From Duncan Newcomer: ‘Do we need another Lincoln?’

This entry is part 3 of 5 in the series Letters to America

Author of ‘30 Days with Abraham Lincoln


Have you noticed, this autumn, that there is a lot of talk about how we need another Lincoln? Wherever you turn in major magazines and newspapers and even on air, these days, we keep hearing this question: Whose Lincoln do we want and need right now?

There’s a good reason this question keeps arising in each new season of our nation’s history: There’s a lot of Lincoln available!

Paradox is his most noteworthy psychological and philosophical characteristic. Lincoln seems to have values and virtues on one side of the tracks and then values and virtues on the other.

He was a great joking extrovert, he was a silent somber introvert.

He was big and ugly, he was sweet and beautiful.

He was a warrior king, he was a man of peace.

So recently in The New Yorker you could read about a Common Man Lincoln who knew how to love and mix it up with the vulgar circus of humanity. The Atlantic weighed in as well.

There was an Old Sage Lincoln who knew how to speak to tragedy from the Bardo of his own grief. (And George Saunders’ Bardo novel went on to win the Man Booker Prize.)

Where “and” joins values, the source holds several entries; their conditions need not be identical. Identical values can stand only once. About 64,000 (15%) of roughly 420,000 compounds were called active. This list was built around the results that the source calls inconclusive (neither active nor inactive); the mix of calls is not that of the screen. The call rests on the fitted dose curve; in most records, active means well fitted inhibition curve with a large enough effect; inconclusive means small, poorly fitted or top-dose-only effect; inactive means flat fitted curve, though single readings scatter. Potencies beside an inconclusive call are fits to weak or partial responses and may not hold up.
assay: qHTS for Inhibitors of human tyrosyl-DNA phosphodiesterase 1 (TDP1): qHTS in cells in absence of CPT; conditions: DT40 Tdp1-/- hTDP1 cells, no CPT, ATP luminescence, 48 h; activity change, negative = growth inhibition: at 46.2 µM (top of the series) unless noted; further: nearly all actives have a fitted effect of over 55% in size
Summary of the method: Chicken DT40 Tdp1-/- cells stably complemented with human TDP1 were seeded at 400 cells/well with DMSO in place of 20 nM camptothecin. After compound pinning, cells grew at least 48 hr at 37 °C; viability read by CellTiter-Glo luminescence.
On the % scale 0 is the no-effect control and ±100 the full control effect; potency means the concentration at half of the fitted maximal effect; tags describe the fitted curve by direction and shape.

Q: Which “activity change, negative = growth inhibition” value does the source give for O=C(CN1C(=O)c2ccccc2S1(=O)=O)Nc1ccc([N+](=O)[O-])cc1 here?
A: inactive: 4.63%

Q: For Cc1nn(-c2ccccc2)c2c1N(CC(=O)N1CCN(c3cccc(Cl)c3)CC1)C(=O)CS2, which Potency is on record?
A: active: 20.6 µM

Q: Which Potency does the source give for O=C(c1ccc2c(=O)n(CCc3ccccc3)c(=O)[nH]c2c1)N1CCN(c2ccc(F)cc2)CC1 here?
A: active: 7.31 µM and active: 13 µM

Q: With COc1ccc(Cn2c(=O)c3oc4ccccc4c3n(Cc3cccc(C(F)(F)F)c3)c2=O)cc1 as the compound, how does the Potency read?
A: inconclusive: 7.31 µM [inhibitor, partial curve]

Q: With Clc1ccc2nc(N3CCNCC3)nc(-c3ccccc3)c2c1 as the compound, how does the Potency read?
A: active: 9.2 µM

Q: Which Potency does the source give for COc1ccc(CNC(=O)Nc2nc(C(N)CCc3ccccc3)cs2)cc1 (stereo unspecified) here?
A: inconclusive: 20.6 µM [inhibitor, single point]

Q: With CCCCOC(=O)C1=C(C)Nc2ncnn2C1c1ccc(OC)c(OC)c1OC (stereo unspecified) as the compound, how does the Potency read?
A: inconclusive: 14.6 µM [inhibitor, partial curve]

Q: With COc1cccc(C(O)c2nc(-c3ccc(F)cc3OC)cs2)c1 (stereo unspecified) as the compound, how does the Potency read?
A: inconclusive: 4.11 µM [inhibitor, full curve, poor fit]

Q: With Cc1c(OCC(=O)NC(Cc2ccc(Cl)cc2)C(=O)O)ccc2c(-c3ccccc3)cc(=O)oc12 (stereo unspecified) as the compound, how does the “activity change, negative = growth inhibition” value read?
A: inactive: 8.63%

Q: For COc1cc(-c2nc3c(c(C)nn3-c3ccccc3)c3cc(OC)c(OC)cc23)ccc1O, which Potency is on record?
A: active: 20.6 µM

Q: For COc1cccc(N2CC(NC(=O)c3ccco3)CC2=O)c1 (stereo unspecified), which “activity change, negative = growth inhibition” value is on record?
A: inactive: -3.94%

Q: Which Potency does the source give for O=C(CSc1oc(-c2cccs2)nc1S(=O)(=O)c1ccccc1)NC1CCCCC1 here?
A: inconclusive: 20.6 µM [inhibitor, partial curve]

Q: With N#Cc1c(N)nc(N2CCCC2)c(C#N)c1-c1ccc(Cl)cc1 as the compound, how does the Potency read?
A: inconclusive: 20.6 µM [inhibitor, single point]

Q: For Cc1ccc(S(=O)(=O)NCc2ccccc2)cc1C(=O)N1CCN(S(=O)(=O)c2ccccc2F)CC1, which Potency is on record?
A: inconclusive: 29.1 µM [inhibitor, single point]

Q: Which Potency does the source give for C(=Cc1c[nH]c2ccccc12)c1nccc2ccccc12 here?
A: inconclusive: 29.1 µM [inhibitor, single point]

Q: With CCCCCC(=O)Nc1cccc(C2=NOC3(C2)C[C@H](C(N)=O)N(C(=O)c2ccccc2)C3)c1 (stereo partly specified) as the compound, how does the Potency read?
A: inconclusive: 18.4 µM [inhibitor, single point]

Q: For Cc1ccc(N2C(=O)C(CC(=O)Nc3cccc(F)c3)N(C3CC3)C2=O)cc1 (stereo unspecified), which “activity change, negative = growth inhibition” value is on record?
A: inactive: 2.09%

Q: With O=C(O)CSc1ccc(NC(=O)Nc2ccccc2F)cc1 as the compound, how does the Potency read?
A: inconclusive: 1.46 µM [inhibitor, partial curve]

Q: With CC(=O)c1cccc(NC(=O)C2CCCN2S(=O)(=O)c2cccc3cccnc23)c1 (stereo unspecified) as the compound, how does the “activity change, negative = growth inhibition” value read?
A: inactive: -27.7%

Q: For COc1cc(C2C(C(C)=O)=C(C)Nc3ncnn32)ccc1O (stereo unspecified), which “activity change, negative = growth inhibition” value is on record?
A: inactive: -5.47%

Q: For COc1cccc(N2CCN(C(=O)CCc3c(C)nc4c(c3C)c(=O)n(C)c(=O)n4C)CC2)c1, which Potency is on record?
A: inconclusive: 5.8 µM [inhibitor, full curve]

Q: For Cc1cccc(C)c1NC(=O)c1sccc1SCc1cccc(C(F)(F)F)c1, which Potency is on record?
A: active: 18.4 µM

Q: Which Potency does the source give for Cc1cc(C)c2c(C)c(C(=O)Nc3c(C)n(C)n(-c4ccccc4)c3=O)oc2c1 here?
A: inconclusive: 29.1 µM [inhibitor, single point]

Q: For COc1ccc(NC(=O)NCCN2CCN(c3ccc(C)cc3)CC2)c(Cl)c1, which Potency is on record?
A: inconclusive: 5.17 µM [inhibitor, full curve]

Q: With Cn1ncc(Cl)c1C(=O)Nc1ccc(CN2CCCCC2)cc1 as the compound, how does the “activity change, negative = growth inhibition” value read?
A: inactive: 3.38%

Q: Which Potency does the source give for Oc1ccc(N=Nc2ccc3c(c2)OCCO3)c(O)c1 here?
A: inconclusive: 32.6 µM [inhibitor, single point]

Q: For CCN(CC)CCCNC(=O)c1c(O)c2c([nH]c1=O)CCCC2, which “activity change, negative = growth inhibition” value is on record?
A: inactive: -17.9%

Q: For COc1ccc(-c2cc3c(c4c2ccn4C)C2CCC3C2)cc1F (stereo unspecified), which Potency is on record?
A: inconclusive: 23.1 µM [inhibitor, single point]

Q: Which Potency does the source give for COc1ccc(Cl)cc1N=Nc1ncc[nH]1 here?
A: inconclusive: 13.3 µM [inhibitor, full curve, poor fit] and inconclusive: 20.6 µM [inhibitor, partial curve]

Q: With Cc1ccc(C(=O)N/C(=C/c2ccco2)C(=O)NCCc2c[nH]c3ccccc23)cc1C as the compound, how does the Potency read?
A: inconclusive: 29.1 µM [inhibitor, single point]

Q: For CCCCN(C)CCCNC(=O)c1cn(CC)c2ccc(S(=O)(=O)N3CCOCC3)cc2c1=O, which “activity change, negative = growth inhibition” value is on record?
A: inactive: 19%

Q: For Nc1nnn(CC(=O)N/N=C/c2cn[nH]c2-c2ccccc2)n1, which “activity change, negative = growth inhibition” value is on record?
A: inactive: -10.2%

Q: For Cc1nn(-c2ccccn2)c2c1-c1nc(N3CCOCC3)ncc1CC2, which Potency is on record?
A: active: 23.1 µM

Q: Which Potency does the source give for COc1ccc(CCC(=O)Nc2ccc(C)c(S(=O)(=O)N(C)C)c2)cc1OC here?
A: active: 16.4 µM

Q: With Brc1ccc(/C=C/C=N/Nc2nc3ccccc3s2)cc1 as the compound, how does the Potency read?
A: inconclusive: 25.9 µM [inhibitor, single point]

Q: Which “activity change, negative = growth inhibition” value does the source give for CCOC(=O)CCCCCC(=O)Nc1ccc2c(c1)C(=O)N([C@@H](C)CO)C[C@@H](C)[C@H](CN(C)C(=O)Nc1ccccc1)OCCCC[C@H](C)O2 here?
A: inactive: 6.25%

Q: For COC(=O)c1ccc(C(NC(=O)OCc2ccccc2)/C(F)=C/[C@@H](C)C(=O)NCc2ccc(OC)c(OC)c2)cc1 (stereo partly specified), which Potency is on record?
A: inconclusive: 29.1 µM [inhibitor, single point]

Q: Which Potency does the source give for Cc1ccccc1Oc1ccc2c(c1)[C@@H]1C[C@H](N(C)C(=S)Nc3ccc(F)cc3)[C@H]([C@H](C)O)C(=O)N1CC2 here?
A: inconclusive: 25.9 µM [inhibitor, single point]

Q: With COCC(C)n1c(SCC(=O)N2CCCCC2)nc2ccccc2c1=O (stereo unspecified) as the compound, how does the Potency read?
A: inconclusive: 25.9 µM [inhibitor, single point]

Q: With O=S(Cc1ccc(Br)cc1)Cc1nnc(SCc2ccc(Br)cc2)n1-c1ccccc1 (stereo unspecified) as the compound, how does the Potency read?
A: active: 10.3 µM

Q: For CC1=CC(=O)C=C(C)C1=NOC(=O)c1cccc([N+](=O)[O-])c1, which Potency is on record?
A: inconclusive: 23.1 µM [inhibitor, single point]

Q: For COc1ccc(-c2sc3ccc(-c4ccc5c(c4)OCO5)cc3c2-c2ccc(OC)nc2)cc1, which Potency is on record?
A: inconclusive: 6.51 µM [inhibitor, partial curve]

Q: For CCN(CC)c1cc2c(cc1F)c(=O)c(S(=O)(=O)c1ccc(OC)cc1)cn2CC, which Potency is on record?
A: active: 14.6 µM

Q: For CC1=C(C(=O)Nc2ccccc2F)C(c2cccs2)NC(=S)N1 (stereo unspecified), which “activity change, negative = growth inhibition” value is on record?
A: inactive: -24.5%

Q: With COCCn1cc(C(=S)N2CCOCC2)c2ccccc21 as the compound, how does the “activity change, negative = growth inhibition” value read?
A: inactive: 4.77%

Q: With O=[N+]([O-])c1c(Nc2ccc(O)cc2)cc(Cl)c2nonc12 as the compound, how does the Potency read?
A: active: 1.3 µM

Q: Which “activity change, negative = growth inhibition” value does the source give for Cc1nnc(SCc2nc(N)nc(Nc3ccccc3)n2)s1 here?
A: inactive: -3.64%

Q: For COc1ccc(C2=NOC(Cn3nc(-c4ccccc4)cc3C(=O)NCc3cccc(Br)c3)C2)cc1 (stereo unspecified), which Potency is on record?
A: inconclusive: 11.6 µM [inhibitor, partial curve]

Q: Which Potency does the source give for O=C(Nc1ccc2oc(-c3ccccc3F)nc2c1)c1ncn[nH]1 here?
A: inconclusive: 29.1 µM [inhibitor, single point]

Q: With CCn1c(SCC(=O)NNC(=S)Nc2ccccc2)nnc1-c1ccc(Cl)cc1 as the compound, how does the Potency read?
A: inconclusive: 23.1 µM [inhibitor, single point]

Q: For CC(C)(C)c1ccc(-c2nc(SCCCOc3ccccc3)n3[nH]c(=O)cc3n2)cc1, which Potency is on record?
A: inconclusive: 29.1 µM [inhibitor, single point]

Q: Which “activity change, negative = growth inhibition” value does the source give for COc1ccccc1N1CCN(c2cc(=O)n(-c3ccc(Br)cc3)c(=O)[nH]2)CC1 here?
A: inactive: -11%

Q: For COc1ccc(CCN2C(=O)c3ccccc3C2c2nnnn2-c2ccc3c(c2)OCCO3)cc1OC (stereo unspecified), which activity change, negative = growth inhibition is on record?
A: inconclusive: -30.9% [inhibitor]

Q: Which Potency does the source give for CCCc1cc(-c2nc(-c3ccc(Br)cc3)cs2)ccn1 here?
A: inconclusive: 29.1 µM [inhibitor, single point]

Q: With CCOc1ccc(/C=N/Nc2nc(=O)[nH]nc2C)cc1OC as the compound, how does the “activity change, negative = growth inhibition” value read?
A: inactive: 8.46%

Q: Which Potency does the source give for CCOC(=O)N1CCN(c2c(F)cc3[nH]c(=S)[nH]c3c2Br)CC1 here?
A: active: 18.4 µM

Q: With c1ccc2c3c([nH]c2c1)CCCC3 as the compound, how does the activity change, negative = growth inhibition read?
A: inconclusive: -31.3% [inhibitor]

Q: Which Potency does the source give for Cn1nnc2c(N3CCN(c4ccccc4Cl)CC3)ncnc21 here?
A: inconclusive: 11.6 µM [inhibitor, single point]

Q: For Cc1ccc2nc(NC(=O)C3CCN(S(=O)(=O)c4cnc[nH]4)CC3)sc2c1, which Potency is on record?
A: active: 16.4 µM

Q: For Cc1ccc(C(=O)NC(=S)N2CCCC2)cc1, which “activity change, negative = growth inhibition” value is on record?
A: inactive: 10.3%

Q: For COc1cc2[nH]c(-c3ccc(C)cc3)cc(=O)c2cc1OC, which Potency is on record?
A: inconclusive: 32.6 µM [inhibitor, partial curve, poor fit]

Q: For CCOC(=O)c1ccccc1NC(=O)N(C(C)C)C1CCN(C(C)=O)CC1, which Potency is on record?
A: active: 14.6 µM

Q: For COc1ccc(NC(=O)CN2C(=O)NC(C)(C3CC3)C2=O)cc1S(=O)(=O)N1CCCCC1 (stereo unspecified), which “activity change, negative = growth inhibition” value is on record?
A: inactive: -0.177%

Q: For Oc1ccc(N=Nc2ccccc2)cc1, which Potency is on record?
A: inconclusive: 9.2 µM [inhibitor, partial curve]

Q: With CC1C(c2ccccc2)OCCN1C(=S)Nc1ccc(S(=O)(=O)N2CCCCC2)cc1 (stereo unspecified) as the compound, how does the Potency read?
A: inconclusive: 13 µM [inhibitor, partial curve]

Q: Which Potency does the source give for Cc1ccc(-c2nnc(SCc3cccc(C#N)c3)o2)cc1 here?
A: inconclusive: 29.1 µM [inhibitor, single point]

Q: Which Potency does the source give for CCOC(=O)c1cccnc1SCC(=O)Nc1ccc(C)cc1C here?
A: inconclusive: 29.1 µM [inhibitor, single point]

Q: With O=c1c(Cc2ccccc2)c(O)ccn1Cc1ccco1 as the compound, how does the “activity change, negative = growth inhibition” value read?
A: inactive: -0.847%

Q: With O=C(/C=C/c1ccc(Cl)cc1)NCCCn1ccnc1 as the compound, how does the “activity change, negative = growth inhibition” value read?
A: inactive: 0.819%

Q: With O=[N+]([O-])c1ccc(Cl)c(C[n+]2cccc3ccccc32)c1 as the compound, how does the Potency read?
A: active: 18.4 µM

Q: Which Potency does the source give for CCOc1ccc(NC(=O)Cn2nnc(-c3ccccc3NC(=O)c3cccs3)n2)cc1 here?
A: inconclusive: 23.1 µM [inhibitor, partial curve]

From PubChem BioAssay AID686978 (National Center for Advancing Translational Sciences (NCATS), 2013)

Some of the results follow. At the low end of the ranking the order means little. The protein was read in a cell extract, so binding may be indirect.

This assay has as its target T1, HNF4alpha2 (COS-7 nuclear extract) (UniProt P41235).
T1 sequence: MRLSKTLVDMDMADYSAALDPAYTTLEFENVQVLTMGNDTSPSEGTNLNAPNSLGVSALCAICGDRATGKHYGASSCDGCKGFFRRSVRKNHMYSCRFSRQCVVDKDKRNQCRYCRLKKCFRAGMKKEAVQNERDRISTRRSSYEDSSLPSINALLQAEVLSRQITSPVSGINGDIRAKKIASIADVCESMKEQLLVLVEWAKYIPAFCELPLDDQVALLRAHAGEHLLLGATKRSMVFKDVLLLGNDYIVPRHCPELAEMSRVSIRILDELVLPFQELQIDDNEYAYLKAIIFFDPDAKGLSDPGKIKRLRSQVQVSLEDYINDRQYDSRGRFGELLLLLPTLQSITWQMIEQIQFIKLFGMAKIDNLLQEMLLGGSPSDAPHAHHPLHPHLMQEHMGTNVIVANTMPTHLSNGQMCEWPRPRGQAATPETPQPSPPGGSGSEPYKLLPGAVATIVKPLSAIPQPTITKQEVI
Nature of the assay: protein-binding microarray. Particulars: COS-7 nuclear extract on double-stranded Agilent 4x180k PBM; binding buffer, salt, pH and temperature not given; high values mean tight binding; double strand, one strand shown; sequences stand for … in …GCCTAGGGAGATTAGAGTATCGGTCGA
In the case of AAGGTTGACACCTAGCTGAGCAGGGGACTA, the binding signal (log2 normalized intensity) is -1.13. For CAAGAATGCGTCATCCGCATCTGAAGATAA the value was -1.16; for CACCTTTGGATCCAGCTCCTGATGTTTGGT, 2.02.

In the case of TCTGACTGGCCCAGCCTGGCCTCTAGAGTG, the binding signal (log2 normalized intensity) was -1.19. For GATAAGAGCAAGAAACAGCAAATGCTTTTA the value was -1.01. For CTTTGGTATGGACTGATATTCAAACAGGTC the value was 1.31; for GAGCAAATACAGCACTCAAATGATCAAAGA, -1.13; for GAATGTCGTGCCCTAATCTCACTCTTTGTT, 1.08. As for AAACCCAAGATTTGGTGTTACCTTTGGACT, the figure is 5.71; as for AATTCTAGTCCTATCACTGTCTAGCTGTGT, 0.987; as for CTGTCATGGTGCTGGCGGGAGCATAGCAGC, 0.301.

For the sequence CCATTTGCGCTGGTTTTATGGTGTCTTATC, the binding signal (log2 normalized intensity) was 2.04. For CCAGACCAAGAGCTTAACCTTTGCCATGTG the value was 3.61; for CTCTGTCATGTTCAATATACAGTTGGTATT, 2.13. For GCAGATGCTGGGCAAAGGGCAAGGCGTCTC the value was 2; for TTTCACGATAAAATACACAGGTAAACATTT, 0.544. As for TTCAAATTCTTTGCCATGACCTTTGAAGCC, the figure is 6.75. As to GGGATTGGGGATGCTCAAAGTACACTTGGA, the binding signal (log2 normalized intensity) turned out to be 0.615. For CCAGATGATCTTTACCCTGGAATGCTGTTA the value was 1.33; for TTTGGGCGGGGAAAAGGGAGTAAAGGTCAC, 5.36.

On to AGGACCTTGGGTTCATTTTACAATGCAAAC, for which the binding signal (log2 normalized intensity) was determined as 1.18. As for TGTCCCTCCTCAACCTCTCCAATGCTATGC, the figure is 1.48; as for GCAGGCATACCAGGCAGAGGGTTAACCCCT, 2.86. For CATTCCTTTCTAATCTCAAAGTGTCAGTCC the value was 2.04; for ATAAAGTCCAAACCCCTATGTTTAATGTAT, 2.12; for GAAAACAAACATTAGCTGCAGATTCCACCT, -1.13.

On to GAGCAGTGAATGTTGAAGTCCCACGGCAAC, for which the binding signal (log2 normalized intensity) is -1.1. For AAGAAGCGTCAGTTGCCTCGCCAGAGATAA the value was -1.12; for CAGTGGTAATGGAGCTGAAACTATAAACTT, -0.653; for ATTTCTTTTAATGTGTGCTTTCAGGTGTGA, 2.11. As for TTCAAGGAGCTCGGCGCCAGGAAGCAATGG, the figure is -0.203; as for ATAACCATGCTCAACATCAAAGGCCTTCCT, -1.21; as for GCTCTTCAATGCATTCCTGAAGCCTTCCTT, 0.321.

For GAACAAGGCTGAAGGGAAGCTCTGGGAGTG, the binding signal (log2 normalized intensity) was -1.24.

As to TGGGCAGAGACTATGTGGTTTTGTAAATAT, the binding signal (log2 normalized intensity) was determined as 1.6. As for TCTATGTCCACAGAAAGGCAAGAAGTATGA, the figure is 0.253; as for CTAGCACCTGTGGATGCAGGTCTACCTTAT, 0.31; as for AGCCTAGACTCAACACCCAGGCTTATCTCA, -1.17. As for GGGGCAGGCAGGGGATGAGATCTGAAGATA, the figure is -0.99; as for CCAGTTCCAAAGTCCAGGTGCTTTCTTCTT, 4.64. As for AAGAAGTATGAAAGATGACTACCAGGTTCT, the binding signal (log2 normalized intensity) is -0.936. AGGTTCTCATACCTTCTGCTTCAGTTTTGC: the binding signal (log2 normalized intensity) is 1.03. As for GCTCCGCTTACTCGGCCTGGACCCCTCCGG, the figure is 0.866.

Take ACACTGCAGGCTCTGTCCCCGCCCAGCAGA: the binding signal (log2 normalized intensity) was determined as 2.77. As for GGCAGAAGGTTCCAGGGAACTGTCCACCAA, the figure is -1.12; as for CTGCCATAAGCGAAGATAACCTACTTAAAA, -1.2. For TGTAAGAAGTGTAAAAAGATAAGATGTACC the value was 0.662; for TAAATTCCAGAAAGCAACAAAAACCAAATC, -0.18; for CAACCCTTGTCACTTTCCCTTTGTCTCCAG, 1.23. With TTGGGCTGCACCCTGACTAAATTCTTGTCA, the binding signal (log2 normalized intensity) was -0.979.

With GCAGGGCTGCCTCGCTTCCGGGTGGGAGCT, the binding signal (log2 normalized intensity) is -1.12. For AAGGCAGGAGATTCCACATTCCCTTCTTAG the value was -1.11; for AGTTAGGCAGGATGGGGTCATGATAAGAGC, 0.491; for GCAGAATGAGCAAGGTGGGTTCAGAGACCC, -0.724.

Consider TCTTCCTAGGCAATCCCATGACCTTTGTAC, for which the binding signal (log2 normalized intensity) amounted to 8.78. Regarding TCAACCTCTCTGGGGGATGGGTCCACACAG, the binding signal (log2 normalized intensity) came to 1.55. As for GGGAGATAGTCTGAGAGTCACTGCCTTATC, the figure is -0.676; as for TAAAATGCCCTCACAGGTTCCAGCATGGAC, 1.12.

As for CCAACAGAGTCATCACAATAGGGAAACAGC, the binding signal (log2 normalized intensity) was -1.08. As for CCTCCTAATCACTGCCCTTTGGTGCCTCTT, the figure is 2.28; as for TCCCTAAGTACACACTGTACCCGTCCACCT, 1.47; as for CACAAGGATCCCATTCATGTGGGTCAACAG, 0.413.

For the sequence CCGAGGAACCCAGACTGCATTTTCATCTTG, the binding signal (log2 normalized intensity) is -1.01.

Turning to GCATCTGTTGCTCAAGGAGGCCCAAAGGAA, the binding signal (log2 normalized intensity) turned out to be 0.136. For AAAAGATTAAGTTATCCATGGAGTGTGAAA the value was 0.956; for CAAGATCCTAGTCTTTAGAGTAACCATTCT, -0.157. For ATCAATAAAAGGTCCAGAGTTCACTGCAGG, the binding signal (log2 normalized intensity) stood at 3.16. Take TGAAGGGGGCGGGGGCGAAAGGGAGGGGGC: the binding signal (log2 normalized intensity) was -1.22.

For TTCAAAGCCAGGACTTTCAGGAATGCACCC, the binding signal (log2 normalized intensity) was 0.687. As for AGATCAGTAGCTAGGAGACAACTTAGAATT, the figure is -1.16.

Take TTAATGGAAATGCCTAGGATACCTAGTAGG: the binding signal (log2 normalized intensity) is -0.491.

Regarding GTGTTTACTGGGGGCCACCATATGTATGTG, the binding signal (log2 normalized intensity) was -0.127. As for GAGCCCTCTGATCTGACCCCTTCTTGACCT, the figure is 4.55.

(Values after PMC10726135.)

There was a political Glad Hand and Iron Fist Lincoln who knew how to bring people together for the common good in politically shrewd ways.

Then there is the Yonder Lincoln, whose spiritual life infused all of the above versions.

Or consider the Circus Jokester Lincoln who once hosted Little Tom Thumb as a White House guest and regarded this wee gentleman as a marvel of equal humanity while fully one-half his own size.

To the Lincoln in the Bardo of death his grief for his son defines the god-send from Scripture, “a man of sorrows and acquainted with grief.”

To the Hand and Fist political Warrior King, Lincoln was also the mythological Grail King, the one who communed with the Holy Grail of the Sacred Feminine, giving the Kingdom its true greatness, which, of course, would be its goodness.

So many questions about Lincoln! We never seem to tire of puzzling over the paradox.

Please, this fall and winter, I hope you will continue to enjoy my own weekly Quiet Fire reflections on Lincoln. Feel free to share with me your own thoughts via [email protected]

Click the cover to visit the book’s Amazon page.




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